|HOME | US EDITION | REPORT|
June 9, 1999
Smithsonian, World Bank To Help Shah Put Up A Coin Exhibition
For several decades Dr Navin Shah has passionately gone about collecting and diligently studying coins. Now, he has plans to share his collection with the public.
In collaboration with the Smithsonian Institution in Washington DC, Shah is organizing an Indian coins exhibition in March-April 2000 at the World Bank gallery in the capital. The coins to be displayed will cover the period 500 BC to 1947.
Besides the exhibition, Shah also plans to organize seminars on coins of India. The Embassy of India, a co-sponsor, will publish a book on coins of India.
"I want it to be a large exhibition on India's culture," Shah says. "The coins of our country tell us that we have been very generous with our rulers. India's culture is variegated -- we have Turk coinage, Greek coinage, French and Portuguese coinage and of course, British coinage. Besides, there are coins from the over 1,000 kingdoms in India."
Shah's collection runs into thousands of coins. The Smithsonian has offered to lend its gold coins and the National Museum in New Delhi will send over its rare coins. The Numismatics Head at the National Museum, Rita Sharma, is being invited to arrange the exhibition.
The basic layout of the exhibition consists of two panels. One panel will display the coins of an era, and the opposite panel will showcase images and artifacts from that particular era. This will help the audience to better understand and relate to the coins and the era when they existed. "Coins and time walk hand in hand. God is immortal, so is money. That is the beauty of a coin," Shah says.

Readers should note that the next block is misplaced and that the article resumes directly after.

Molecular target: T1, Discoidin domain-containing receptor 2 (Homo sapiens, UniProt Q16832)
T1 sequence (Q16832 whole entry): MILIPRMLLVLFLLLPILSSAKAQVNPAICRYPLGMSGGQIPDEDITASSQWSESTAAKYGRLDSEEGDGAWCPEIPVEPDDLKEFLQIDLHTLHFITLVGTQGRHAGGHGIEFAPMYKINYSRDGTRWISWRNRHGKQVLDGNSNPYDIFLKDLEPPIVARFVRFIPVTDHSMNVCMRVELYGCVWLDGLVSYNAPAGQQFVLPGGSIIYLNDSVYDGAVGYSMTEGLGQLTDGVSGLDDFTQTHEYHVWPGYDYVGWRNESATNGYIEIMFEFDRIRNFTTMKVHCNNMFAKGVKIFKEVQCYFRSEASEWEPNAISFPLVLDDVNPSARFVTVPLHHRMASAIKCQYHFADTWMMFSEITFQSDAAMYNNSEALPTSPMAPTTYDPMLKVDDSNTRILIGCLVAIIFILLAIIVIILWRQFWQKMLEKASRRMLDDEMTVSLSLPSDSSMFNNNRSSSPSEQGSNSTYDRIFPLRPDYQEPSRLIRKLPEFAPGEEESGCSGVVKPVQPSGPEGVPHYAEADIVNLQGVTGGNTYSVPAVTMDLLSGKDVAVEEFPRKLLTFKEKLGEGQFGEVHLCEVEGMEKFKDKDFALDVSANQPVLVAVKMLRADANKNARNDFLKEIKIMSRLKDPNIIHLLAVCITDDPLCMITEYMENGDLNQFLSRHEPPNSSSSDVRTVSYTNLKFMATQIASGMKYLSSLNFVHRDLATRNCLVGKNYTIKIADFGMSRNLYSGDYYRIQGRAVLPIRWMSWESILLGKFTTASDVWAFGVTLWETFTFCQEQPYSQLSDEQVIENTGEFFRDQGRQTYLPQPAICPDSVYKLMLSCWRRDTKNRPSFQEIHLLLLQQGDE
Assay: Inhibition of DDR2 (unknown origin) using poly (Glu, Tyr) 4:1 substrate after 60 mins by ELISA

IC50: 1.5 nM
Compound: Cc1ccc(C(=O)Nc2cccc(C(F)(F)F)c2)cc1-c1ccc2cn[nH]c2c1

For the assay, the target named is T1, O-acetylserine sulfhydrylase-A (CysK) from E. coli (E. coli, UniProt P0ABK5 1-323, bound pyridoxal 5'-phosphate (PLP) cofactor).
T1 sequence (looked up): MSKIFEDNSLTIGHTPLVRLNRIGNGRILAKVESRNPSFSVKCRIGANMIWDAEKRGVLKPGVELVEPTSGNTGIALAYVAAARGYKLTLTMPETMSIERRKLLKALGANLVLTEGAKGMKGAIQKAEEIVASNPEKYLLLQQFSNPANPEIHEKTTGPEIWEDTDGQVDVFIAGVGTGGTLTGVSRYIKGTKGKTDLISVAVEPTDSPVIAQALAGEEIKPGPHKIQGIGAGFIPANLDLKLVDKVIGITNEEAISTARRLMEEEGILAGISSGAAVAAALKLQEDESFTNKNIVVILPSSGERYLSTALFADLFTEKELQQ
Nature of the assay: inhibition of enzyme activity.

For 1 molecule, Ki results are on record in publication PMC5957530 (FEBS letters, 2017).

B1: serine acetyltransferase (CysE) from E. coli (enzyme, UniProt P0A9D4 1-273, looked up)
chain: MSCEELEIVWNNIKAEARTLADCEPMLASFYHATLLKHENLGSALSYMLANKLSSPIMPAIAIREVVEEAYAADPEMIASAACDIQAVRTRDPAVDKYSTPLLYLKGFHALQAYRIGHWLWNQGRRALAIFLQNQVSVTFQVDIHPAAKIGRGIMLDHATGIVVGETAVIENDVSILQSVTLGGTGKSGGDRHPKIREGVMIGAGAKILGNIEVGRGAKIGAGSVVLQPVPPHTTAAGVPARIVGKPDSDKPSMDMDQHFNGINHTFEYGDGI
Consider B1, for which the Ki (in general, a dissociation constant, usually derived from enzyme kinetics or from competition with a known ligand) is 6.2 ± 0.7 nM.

Shah has had to struggle much to make this exhibition a reality. "Historically, the United States doesn't put Indian culture on the same scale as it does Egyptian, Greek or Roman. India is not a priority in this country and I have had to convince them (Smithsonian, the World Bank) through the contacts that I developed to hold the exhibition," he says.
"For some part, Indians here are to be blamed for this. Most are bothered just about their livelihood. No one makes an effort to go into India's art and culture here. I am doing this for two reasons: one is to educate the Americans about us and the other is for my family to remain connected to its roots," Shah says. "I have an ideal combination for this exhibition, at the richest bank in the richest country's capital city," he adds.
BOOK SHOP | MUSIC SHOP | GIFT SHOP | HOTEL RESERVATIONS | WORLD CUP 99
EDUCATION | PERSONAL HOMEPAGES | FREE EMAIL | FEEDBACK